• Adds the connection into the slot or sends an alert to the client saying there are no open slots.
  • Creates and starts the receiver thread for that client.

You could put all the code in the Listen method, but for the sake of readability and explanation, I decided to split it up. So here’s the code:

I’ve added comments to the code and I think it’s pretty self-explanatory so I won’t describe it any more.


This post has become longer than I was expecting and there’s a lot more left to do discussing the ReceiveData function. So, I’ve decided to split that into a separate post. However, I do want to finish off some stuff here first.

Time-in – Initializing the Listening Thread

If you’re sharp, you may have noticed that the listening thread is never created or started. To set up the listening thread, add these lines to your class’s constructor:

This is basically just telling the listening thread to execute the Listen method when _listeningThread.Start() is called. If you’re wondering what the IsBackground property does, it tells the CLR that we don’t want the application to wait for this thread to finish if it’s trying to terminate (close). The actual description from MSDN is this:

Background threads are identical to foreground threads, except that background threads do not prevent a process from terminating. Once all foreground threads belonging to a process have terminated, the common language runtime ends the process. Any remaining background threads are stopped and do not complete.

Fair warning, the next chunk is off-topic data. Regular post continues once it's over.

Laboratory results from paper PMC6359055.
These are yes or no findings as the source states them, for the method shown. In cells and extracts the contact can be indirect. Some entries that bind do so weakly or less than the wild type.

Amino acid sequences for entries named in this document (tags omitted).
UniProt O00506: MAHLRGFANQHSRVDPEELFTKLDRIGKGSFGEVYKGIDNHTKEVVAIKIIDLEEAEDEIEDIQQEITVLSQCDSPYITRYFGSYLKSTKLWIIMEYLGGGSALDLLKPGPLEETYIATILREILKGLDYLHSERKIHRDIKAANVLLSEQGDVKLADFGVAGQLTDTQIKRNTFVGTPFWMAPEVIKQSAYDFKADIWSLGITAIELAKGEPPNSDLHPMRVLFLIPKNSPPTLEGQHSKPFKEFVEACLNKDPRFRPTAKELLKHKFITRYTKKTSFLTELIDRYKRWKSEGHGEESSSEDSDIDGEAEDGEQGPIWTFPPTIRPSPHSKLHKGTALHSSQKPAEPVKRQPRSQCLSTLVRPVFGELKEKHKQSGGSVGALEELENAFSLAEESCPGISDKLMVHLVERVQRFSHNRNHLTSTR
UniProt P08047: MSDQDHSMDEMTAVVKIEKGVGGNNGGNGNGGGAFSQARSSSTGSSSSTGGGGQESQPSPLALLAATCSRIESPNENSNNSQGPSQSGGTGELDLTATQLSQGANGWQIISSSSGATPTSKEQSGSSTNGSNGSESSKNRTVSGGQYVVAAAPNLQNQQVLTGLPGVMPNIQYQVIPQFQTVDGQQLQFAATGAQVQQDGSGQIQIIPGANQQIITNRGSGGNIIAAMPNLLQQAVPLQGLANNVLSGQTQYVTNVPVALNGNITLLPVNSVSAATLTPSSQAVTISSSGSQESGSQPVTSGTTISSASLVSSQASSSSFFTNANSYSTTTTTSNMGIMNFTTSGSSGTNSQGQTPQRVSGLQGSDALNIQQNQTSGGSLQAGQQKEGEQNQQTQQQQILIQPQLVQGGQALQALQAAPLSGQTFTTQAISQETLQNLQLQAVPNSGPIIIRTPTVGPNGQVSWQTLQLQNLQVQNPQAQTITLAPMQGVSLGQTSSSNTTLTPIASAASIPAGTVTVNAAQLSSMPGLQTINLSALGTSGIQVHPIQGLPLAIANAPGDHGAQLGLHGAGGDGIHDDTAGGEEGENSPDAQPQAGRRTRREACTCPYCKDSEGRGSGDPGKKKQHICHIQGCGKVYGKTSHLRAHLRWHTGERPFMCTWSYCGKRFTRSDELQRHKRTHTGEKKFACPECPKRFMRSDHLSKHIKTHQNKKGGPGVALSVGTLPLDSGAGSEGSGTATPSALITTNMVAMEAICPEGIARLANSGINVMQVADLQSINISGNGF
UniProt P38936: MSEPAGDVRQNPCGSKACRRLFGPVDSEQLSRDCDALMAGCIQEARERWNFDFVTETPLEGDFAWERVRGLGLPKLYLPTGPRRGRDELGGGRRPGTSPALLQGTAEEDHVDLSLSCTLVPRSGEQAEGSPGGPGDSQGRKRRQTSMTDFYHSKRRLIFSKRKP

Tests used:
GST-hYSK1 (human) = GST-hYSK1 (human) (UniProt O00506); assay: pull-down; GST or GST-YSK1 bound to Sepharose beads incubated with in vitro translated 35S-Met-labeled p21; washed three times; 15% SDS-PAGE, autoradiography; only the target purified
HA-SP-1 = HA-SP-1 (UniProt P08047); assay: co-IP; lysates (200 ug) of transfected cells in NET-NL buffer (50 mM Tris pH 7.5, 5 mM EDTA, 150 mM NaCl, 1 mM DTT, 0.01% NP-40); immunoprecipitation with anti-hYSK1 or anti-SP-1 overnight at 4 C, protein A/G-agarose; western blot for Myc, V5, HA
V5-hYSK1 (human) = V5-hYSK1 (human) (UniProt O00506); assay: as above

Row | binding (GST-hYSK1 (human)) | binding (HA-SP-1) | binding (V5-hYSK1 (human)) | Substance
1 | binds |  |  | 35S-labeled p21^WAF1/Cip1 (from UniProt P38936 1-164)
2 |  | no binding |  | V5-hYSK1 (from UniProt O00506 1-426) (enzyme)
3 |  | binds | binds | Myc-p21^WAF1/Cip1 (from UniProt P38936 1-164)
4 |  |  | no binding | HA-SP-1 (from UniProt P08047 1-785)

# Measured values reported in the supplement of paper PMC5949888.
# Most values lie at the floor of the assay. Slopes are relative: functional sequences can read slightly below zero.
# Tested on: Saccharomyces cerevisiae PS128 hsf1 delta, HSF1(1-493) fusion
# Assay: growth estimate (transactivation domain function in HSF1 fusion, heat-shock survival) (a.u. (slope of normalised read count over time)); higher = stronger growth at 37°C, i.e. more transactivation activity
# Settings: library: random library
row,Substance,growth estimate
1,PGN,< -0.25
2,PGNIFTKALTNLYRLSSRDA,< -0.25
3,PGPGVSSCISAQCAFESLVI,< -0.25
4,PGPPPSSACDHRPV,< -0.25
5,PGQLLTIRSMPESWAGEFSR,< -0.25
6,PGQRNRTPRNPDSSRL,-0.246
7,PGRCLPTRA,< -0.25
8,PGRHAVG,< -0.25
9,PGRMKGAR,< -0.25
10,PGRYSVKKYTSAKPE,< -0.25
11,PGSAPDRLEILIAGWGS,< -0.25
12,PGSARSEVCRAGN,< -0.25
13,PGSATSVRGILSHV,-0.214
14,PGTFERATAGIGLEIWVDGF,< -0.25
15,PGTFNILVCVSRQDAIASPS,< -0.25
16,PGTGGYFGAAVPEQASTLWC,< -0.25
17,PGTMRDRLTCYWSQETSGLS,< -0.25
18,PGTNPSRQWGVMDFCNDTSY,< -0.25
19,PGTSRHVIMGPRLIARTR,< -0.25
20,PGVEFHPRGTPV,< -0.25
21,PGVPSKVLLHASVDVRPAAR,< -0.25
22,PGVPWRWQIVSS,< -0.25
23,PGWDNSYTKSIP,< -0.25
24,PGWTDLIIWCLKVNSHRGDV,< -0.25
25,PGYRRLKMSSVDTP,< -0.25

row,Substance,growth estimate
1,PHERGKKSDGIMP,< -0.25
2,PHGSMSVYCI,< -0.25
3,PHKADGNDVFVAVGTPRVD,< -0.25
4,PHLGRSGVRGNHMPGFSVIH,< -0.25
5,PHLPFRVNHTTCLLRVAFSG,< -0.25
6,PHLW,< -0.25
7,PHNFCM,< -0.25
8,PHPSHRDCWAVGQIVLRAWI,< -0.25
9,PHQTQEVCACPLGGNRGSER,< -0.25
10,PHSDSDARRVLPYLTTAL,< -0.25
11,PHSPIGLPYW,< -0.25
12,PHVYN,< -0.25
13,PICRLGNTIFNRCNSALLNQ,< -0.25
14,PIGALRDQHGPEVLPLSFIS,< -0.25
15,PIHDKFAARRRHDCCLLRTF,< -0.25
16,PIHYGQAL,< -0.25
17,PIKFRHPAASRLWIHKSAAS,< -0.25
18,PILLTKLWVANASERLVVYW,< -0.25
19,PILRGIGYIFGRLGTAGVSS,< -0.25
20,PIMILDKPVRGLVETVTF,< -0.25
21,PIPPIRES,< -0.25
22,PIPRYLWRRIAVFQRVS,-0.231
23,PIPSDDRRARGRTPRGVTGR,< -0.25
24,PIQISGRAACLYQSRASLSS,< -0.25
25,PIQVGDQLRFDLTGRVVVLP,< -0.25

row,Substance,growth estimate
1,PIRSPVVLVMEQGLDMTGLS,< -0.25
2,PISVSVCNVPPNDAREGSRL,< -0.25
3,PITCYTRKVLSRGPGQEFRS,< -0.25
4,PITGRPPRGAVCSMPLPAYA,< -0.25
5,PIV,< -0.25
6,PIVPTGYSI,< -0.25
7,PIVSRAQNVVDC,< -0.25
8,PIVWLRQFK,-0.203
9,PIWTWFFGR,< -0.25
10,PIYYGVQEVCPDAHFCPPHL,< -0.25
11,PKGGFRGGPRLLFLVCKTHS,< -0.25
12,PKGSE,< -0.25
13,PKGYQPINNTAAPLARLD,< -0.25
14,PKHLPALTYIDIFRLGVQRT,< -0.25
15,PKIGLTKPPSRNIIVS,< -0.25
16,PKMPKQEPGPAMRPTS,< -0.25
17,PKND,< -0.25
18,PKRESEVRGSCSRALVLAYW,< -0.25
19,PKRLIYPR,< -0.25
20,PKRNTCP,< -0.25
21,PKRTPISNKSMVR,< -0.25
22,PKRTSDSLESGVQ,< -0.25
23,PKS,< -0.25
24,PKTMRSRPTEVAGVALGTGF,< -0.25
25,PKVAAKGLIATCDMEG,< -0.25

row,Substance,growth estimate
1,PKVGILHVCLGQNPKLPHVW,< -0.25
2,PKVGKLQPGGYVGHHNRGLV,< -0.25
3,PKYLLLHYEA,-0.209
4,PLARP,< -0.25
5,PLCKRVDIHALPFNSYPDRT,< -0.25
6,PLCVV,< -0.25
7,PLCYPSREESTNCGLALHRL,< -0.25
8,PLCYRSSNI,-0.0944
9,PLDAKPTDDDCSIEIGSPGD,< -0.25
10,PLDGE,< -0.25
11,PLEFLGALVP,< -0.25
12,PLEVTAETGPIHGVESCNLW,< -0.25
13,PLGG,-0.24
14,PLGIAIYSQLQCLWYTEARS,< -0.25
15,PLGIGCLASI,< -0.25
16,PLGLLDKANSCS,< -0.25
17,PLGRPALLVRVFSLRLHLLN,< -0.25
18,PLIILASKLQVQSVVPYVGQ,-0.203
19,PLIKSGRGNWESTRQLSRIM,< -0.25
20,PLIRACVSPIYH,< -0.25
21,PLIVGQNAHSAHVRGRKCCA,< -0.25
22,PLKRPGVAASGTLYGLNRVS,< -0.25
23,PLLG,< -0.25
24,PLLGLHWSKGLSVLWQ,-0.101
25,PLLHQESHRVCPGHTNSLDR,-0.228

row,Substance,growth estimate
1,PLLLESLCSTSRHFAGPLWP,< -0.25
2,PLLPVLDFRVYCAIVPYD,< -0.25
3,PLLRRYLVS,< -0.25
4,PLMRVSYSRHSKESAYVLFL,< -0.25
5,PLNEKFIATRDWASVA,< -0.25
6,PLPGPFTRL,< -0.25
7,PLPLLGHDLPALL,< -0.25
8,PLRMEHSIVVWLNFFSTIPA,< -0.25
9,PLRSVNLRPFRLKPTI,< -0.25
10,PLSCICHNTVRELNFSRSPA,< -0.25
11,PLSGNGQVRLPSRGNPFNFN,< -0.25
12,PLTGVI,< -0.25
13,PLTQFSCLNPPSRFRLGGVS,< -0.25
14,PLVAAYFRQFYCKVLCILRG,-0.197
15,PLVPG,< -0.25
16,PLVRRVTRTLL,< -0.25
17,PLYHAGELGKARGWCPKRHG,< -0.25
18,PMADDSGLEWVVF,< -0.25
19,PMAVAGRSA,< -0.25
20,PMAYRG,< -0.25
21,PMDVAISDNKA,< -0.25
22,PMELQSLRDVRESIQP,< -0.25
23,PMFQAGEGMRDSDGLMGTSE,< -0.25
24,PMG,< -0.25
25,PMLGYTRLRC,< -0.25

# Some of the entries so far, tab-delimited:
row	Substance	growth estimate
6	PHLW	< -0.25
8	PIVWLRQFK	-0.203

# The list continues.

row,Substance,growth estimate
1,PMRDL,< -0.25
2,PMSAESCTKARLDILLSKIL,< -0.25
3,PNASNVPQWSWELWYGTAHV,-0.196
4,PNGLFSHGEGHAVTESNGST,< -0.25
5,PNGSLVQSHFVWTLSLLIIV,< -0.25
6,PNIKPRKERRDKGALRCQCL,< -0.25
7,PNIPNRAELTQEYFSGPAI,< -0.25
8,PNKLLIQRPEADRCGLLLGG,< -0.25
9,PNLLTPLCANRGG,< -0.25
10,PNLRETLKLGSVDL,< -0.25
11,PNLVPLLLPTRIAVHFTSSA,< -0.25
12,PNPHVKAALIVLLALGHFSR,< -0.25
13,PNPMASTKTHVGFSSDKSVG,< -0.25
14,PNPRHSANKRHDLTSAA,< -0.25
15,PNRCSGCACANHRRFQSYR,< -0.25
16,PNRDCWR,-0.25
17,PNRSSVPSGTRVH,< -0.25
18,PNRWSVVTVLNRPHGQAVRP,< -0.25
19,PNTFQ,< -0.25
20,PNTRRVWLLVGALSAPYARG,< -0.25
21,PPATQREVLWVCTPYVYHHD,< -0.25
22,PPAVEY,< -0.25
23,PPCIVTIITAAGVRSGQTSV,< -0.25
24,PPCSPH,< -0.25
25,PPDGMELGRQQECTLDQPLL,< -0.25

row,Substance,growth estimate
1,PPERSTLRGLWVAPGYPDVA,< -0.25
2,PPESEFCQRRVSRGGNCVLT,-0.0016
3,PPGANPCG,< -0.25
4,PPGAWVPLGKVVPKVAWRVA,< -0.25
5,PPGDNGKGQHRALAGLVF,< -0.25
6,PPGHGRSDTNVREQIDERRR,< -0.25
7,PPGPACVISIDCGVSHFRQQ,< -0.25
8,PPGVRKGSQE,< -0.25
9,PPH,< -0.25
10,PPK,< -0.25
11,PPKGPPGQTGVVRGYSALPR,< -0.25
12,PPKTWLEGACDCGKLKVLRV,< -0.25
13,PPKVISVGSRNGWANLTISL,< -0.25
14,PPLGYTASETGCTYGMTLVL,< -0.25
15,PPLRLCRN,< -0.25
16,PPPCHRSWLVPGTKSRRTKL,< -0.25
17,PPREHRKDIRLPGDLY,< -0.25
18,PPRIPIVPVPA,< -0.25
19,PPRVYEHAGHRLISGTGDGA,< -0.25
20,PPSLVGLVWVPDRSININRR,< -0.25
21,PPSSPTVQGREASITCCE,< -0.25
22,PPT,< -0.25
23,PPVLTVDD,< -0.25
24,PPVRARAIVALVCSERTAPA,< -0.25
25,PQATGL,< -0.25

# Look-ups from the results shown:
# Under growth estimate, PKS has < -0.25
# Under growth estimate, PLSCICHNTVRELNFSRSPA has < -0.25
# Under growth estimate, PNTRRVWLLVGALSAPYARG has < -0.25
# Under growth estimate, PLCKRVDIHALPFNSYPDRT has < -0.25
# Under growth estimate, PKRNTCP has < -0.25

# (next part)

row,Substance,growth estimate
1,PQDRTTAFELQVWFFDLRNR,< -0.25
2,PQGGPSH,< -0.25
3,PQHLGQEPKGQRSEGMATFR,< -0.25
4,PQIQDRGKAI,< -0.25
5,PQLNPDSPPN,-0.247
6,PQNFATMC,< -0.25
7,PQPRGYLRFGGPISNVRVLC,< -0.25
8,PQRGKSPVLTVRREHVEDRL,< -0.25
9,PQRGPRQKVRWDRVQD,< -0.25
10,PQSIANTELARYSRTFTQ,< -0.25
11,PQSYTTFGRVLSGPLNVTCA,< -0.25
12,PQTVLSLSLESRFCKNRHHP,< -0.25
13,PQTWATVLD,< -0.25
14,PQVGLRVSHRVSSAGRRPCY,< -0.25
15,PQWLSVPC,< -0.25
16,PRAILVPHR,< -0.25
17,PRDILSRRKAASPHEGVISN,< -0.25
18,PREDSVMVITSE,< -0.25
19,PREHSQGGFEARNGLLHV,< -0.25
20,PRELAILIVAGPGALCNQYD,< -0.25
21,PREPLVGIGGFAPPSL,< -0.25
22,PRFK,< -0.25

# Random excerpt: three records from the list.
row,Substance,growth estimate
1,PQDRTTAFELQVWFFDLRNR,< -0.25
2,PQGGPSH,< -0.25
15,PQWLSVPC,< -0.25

Controlling the Server

The last bit is the two control functions for our NetServer class. These allow the server to be started and stopped.

Again, the code here is pretty self-explanatory (especially with comments) so I’m not going to delve into it. Check out Part 2 (when I post it) for the ReceiveData function and explanation.

The Rest

Finally, here’s the change log for the rest of the stuff we did this week:

  • Fixed bug with players appering to be on the wrong map/layer
  • Fixed a bug switching player layers in the entry behaviours
  • Added box texture to tile engine
  • Fixed drawing of player names (made them centred)
  • Added player hp bar
  • Fixed a bug with region editing
  • Added player stats
  • Updated tile entry damage, heal and kill behaviours
  • Removed error thrown when no maps found
  • Added more to Animation Form and added button to open animation form on Controls Form
  • Changed size of player HP bar
  • Set player health by default
  • Added Resource object to be used for text and icons and the such
  • Added icons for the map edit controls (Tile Draw, etc)
  • Resized and moved around map edit controls
  • Fixed bug with tile editor not reseting to Tile Draw control, and drawing a 2×2 tile when nothing is selected
  • Added tool tips and string resources for the Tile Edit [radio]buttons
  • Removed ImageComboBox
  • Added ImageListBox
  • Have hard coded tiles adding to the Animated Tile image stack, very close to finishing the create/edit form!
  • Added map server project with basic threading in the console
  • Added the ability to remove layer switching entry behaviours by right clicking
  • Show arrows on the map for layer change tiles while the layer change tab is active
  • Added players array and server info constants to GameObjects
  • Added basic Player class
  • Renamed network thread to server thread
  • Created a socket list class
  • Added some classes/code for testing the map server
  • Got some basic socket connections working